Eventually, the EA were awarded costs, but both Solvent Resource Management (SRM) and OSS Group wanted to show that when some streams are used as fuel they should not be classed as waste.
While the two have now been given leave to appeal, the EA welcomed the decision that could have had massive implications for the burning of waste if it had gone the other way.
EA head of waste regulation Liz Parkes said: Both SRM and OSS Group wanted to show that some types of waste, which are processed and can be used as a fuel, should cease to be waste before they are burnt.
If OSS and SRM were allowed to reclassify certain processed wastes as non-waste, this would have allowed material to be burnt as fuel without the checks and balances that are stipulated under the Waste Incineration Directive (WID). We feel that the stringent criteria under the WID for any process which burns waste, is an important factor in minimising risks to the environment and human health.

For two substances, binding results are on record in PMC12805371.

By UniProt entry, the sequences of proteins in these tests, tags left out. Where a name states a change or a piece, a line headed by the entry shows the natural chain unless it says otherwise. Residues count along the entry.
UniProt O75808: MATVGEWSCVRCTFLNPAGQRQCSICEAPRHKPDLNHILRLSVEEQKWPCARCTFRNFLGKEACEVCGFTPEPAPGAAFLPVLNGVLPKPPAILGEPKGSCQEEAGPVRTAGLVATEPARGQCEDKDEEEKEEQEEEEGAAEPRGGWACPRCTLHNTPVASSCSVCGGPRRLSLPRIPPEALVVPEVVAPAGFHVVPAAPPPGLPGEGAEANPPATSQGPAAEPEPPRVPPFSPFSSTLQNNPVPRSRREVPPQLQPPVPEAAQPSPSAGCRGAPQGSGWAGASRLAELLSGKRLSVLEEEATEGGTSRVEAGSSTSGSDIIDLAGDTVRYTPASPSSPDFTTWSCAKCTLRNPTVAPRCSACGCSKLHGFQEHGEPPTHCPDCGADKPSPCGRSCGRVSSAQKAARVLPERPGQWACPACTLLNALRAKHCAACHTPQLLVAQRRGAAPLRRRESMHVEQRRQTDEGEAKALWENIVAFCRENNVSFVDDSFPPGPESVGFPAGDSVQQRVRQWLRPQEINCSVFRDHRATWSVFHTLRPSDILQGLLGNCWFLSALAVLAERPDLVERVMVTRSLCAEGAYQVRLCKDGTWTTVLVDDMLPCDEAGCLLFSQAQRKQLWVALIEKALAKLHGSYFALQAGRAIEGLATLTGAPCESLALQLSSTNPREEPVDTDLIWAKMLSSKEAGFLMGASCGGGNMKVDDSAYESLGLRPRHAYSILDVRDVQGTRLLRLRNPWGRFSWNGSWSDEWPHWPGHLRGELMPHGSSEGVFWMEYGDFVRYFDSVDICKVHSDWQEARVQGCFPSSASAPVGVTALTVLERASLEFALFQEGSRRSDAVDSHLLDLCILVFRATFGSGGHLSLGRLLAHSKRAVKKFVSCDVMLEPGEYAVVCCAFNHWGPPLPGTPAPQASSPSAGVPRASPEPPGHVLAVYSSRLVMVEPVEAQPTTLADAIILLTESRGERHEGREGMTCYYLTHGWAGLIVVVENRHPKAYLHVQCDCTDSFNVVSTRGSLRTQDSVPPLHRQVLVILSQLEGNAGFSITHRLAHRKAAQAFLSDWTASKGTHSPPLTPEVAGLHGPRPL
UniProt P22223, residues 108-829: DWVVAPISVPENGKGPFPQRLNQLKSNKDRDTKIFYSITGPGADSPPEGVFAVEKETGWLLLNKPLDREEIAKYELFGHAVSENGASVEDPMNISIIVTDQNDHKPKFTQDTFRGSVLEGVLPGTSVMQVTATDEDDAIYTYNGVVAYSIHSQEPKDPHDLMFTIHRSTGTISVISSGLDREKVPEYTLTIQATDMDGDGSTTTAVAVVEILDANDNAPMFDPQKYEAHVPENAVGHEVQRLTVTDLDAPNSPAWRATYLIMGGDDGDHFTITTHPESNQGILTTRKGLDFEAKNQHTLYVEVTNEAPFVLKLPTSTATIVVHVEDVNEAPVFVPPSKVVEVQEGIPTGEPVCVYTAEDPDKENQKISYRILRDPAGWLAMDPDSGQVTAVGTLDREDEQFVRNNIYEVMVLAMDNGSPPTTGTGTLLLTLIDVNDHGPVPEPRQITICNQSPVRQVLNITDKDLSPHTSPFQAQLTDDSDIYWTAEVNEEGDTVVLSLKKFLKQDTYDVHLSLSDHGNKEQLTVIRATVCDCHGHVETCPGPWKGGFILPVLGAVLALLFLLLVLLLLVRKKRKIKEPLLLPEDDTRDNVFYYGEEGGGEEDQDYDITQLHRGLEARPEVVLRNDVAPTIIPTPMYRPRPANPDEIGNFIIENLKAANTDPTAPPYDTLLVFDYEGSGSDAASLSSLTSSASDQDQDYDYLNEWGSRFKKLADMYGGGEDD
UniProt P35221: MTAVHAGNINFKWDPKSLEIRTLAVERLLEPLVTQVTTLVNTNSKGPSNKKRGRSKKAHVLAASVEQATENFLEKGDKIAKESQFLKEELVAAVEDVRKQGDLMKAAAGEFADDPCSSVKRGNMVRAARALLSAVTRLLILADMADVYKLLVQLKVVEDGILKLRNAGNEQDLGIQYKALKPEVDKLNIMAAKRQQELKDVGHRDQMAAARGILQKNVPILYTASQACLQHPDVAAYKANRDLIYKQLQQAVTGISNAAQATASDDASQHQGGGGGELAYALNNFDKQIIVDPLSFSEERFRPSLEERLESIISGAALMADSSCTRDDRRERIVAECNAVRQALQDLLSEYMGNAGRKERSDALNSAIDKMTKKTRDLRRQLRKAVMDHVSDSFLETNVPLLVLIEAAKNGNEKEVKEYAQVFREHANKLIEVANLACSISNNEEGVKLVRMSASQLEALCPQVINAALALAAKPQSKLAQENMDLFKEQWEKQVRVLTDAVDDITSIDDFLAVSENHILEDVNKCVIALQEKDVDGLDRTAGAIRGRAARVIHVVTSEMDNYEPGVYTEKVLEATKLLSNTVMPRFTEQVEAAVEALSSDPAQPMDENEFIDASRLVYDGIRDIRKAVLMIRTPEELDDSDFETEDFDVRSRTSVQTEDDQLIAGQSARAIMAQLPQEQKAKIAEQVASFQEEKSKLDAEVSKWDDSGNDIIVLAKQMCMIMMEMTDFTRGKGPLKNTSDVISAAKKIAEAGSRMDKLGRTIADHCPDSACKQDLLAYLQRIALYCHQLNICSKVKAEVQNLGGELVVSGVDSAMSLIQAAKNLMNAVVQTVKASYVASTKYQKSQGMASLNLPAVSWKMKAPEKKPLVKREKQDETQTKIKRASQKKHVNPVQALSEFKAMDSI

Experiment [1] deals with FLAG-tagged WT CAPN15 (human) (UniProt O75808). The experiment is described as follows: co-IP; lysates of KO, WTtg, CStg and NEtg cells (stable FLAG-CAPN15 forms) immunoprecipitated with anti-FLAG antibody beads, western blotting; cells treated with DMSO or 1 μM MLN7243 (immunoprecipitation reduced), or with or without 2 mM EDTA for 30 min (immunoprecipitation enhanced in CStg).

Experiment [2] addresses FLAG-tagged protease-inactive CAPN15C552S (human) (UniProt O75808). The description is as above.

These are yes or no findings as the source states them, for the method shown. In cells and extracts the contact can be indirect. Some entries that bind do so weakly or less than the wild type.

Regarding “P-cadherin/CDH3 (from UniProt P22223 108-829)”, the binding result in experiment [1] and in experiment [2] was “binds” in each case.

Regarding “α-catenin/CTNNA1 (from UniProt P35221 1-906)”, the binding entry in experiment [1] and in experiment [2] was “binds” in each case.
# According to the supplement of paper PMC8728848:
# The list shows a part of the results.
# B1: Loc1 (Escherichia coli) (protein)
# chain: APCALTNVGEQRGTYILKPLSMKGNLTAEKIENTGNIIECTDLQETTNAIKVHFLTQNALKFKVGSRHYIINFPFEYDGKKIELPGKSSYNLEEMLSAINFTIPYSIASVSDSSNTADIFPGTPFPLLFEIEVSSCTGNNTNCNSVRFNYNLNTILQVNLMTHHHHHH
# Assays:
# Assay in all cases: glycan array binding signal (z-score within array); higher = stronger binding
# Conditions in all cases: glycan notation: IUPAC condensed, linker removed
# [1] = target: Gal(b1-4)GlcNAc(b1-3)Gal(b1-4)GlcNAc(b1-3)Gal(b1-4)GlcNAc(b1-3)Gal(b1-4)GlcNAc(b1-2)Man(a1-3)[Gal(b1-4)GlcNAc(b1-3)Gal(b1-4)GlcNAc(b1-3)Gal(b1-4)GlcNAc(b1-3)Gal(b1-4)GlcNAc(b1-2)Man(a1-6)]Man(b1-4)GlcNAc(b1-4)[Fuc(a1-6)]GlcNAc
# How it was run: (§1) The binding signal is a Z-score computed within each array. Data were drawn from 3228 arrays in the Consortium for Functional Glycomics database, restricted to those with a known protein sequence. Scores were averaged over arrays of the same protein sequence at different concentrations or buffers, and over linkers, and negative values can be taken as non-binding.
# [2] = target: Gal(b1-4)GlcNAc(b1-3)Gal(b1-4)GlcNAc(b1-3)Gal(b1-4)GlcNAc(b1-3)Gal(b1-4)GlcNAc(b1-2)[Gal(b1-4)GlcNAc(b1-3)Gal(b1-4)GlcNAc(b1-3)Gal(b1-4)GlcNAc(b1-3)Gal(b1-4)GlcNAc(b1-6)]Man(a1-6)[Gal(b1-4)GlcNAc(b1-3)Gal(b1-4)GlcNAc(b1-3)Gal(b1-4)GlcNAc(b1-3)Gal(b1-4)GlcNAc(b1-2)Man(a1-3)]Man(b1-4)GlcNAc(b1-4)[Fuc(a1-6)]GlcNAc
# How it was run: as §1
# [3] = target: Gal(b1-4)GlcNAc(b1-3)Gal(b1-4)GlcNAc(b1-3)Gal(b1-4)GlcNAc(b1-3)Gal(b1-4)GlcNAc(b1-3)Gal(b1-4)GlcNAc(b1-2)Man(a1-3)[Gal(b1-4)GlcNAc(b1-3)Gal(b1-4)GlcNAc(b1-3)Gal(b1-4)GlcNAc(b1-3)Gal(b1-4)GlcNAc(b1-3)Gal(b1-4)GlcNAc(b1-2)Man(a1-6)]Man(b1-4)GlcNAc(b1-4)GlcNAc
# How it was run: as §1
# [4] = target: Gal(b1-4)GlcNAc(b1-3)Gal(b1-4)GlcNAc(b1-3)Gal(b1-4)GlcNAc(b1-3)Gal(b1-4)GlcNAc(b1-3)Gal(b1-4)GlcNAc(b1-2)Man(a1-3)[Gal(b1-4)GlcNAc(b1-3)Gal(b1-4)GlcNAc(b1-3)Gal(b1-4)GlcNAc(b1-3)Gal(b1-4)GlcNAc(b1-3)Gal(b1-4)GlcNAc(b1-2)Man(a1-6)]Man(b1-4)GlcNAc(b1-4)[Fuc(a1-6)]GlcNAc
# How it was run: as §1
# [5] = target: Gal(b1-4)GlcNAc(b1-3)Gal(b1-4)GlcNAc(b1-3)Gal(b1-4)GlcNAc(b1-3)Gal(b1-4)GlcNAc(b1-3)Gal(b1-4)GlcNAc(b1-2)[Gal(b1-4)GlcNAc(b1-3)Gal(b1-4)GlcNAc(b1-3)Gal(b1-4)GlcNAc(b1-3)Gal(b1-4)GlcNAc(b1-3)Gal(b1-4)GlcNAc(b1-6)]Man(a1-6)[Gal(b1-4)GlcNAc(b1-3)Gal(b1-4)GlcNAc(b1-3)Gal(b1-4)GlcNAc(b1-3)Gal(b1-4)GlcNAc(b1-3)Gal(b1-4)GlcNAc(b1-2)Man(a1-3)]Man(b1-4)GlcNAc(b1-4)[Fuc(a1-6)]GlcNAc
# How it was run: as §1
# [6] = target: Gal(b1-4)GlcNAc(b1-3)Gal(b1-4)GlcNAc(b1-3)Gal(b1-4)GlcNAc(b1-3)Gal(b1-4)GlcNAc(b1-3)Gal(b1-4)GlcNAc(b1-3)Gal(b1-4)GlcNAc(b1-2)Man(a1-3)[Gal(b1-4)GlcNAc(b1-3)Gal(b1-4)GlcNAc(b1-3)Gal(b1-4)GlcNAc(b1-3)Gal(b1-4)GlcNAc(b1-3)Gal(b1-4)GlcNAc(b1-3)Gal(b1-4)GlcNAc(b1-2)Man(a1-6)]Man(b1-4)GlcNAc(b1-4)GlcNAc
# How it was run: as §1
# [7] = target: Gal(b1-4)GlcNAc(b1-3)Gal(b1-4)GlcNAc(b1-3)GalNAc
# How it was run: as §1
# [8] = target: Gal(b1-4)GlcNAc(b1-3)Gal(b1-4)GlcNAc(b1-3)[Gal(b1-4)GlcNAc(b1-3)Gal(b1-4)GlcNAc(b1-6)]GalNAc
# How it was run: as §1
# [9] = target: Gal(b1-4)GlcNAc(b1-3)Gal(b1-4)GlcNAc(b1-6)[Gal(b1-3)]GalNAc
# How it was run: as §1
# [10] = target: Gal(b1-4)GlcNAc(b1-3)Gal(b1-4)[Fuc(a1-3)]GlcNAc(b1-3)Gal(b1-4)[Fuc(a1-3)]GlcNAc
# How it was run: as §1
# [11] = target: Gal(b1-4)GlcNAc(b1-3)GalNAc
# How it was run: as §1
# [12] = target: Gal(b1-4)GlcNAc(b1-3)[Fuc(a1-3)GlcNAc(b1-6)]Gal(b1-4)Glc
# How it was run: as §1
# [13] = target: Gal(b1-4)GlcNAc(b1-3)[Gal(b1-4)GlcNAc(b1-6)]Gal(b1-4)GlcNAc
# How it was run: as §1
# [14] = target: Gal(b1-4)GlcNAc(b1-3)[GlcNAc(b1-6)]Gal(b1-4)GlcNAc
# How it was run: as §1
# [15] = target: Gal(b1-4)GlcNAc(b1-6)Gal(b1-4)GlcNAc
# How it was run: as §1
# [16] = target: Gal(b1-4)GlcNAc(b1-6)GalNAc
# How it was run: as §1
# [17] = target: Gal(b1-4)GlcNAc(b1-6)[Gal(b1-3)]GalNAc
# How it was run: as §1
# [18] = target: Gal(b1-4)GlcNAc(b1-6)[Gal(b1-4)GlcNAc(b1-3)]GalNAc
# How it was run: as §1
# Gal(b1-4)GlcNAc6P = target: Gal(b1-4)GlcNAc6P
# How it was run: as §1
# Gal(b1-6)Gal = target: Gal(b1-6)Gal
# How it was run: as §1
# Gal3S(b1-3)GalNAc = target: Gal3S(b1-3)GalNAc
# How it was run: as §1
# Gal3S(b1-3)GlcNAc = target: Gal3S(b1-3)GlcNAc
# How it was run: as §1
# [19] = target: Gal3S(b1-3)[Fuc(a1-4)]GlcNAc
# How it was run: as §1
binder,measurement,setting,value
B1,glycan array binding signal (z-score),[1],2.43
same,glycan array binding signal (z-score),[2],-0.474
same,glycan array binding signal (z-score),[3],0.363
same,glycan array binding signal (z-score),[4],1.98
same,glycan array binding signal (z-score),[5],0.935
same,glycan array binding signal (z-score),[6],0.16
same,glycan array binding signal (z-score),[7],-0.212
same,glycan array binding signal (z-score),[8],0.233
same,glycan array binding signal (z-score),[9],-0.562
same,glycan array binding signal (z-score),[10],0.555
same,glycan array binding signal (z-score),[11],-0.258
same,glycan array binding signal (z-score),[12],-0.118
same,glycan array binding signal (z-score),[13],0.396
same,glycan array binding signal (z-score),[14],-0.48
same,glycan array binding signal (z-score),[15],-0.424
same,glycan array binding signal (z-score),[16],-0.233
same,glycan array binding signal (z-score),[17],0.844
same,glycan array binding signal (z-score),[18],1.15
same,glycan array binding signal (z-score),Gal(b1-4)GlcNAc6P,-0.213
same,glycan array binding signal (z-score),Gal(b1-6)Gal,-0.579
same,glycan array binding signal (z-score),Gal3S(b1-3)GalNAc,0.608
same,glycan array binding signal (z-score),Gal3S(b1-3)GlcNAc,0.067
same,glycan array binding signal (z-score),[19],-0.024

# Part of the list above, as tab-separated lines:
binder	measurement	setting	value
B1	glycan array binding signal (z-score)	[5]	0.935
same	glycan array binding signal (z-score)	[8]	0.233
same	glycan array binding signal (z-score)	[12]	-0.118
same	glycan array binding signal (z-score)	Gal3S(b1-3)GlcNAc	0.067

The EA official stated that it is a very complex area of environmental law and while the agency has taken great care to adopt an appropriate position, this has attracted criticism.
We are therefore very pleased that our understanding of the law has been supported by the court, and in the clearest of terms, she added.